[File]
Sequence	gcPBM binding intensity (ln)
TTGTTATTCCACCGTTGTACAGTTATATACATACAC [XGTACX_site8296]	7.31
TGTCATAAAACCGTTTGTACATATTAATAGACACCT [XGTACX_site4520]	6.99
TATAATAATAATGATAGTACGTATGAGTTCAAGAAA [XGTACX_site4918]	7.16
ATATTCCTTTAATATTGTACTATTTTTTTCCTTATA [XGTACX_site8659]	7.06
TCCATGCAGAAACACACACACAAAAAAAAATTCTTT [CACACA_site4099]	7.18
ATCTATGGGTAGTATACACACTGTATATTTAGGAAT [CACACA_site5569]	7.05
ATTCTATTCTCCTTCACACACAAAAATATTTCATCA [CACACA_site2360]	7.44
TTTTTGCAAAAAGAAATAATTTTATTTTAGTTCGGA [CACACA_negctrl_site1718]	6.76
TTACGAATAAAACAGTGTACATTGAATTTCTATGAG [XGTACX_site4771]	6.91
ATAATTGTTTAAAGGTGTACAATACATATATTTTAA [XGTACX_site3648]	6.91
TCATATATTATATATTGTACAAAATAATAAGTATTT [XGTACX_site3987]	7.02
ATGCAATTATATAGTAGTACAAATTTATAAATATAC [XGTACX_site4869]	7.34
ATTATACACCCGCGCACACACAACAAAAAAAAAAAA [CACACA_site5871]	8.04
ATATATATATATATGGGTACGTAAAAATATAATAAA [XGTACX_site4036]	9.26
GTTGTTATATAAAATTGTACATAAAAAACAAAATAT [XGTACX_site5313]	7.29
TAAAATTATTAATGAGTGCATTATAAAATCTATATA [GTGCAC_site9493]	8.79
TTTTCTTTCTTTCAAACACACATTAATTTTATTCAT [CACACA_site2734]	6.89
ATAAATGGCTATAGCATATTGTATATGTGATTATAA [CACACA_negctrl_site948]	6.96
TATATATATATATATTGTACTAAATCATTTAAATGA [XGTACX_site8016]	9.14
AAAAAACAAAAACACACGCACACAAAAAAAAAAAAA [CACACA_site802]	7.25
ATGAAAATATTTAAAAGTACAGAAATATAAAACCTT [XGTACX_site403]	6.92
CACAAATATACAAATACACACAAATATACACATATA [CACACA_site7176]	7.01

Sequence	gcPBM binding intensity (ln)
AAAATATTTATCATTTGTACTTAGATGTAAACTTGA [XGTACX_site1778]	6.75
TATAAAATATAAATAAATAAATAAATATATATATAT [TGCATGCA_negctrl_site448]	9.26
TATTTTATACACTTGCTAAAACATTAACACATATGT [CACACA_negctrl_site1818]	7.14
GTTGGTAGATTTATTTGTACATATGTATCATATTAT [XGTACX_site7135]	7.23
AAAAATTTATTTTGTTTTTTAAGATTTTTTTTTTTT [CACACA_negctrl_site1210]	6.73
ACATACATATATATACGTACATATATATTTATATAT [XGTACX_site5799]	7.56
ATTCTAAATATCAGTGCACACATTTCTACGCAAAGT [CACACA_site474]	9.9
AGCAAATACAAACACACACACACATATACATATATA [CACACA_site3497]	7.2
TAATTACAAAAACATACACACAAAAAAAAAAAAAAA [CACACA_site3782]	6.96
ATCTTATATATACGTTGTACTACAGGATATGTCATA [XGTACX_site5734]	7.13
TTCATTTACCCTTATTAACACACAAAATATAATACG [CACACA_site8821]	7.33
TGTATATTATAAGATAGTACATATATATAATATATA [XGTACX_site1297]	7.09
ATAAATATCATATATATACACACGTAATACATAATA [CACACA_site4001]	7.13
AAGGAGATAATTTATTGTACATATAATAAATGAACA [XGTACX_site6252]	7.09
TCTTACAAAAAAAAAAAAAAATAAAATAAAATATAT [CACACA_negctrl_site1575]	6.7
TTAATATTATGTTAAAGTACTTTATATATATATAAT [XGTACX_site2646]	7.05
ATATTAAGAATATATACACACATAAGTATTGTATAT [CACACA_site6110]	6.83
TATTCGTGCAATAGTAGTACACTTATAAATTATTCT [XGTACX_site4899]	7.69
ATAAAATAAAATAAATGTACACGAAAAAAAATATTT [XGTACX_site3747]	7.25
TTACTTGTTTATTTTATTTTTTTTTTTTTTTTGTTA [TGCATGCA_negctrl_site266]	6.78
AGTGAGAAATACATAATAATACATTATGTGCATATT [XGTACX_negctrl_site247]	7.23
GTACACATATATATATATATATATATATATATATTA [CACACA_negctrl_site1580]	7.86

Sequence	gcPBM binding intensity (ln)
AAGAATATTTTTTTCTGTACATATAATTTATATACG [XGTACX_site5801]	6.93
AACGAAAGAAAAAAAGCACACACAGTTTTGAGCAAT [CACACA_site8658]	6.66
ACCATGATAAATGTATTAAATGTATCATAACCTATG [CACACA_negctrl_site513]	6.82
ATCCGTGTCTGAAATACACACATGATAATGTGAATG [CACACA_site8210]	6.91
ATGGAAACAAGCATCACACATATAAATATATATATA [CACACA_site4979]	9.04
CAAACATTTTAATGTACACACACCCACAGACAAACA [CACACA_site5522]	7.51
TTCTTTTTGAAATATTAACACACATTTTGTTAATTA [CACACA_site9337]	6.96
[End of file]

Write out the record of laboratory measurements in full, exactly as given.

Sequence	gcPBM binding intensity (ln)
TTGTTATTCCACCGTTGTACAGTTATATACATACAC [XGTACX_site8296]	7.31
TGTCATAAAACCGTTTGTACATATTAATAGACACCT [XGTACX_site4520]	6.99
TATAATAATAATGATAGTACGTATGAGTTCAAGAAA [XGTACX_site4918]	7.16
ATATTCCTTTAATATTGTACTATTTTTTTCCTTATA [XGTACX_site8659]	7.06
TCCATGCAGAAACACACACACAAAAAAAAATTCTTT [CACACA_site4099]	7.18
ATCTATGGGTAGTATACACACTGTATATTTAGGAAT [CACACA_site5569]	7.05
ATTCTATTCTCCTTCACACACAAAAATATTTCATCA [CACACA_site2360]	7.44
TTTTTGCAAAAAGAAATAATTTTATTTTAGTTCGGA [CACACA_negctrl_site1718]	6.76
TTACGAATAAAACAGTGTACATTGAATTTCTATGAG [XGTACX_site4771]	6.91
ATAATTGTTTAAAGGTGTACAATACATATATTTTAA [XGTACX_site3648]	6.91
TCATATATTATATATTGTACAAAATAATAAGTATTT [XGTACX_site3987]	7.02
ATGCAATTATATAGTAGTACAAATTTATAAATATAC [XGTACX_site4869]	7.34
ATTATACACCCGCGCACACACAACAAAAAAAAAAAA [CACACA_site5871]	8.04
ATATATATATATATGGGTACGTAAAAATATAATAAA [XGTACX_site4036]	9.26
GTTGTTATATAAAATTGTACATAAAAAACAAAATAT [XGTACX_site5313]	7.29
TAAAATTATTAATGAGTGCATTATAAAATCTATATA [GTGCAC_site9493]	8.79
TTTTCTTTCTTTCAAACACACATTAATTTTATTCAT [CACACA_site2734]	6.89
ATAAATGGCTATAGCATATTGTATATGTGATTATAA [CACACA_negctrl_site948]	6.96
TATATATATATATATTGTACTAAATCATTTAAATGA [XGTACX_site8016]	9.14
AAAAAACAAAAACACACGCACACAAAAAAAAAAAAA [CACACA_site802]	7.25
ATGAAAATATTTAAAAGTACAGAAATATAAAACCTT [XGTACX_site403]	6.92
CACAAATATACAAATACACACAAATATACACATATA [CACACA_site7176]	7.01

Sequence	gcPBM binding intensity (ln)
AAAATATTTATCATTTGTACTTAGATGTAAACTTGA [XGTACX_site1778]	6.75
TATAAAATATAAATAAATAAATAAATATATATATAT [TGCATGCA_negctrl_site448]	9.26
TATTTTATACACTTGCTAAAACATTAACACATATGT [CACACA_negctrl_site1818]	7.14
GTTGGTAGATTTATTTGTACATATGTATCATATTAT [XGTACX_site7135]	7.23
AAAAATTTATTTTGTTTTTTAAGATTTTTTTTTTTT [CACACA_negctrl_site1210]	6.73
ACATACATATATATACGTACATATATATTTATATAT [XGTACX_site5799]	7.56
ATTCTAAATATCAGTGCACACATTTCTACGCAAAGT [CACACA_site474]	9.9
AGCAAATACAAACACACACACACATATACATATATA [CACACA_site3497]	7.2
TAATTACAAAAACATACACACAAAAAAAAAAAAAAA [CACACA_site3782]	6.96
ATCTTATATATACGTTGTACTACAGGATATGTCATA [XGTACX_site5734]	7.13
TTCATTTACCCTTATTAACACACAAAATATAATACG [CACACA_site8821]	7.33
TGTATATTATAAGATAGTACATATATATAATATATA [XGTACX_site1297]	7.09
ATAAATATCATATATATACACACGTAATACATAATA [CACACA_site4001]	7.13
AAGGAGATAATTTATTGTACATATAATAAATGAACA [XGTACX_site6252]	7.09
TCTTACAAAAAAAAAAAAAAATAAAATAAAATATAT [CACACA_negctrl_site1575]	6.7
TTAATATTATGTTAAAGTACTTTATATATATATAAT [XGTACX_site2646]	7.05
ATATTAAGAATATATACACACATAAGTATTGTATAT [CACACA_site6110]	6.83
TATTCGTGCAATAGTAGTACACTTATAAATTATTCT [XGTACX_site4899]	7.69
ATAAAATAAAATAAATGTACACGAAAAAAAATATTT [XGTACX_site3747]	7.25
TTACTTGTTTATTTTATTTTTTTTTTTTTTTTGTTA [TGCATGCA_negctrl_site266]	6.78
AGTGAGAAATACATAATAATACATTATGTGCATATT [XGTACX_negctrl_site247]	7.23
GTACACATATATATATATATATATATATATATATTA [CACACA_negctrl_site1580]	7.86

Sequence	gcPBM binding intensity (ln)
AAGAATATTTTTTTCTGTACATATAATTTATATACG [XGTACX_site5801]	6.93
AACGAAAGAAAAAAAGCACACACAGTTTTGAGCAAT [CACACA_site8658]	6.66
ACCATGATAAATGTATTAAATGTATCATAACCTATG [CACACA_negctrl_site513]	6.82
ATCCGTGTCTGAAATACACACATGATAATGTGAATG [CACACA_site8210]	6.91
ATGGAAACAAGCATCACACATATAAATATATATATA [CACACA_site4979]	9.04
CAAACATTTTAATGTACACACACCCACAGACAAACA [CACACA_site5522]	7.51
TTCTTTTTGAAATATTAACACACATTTTGTTAATTA [CACACA_site9337]	6.96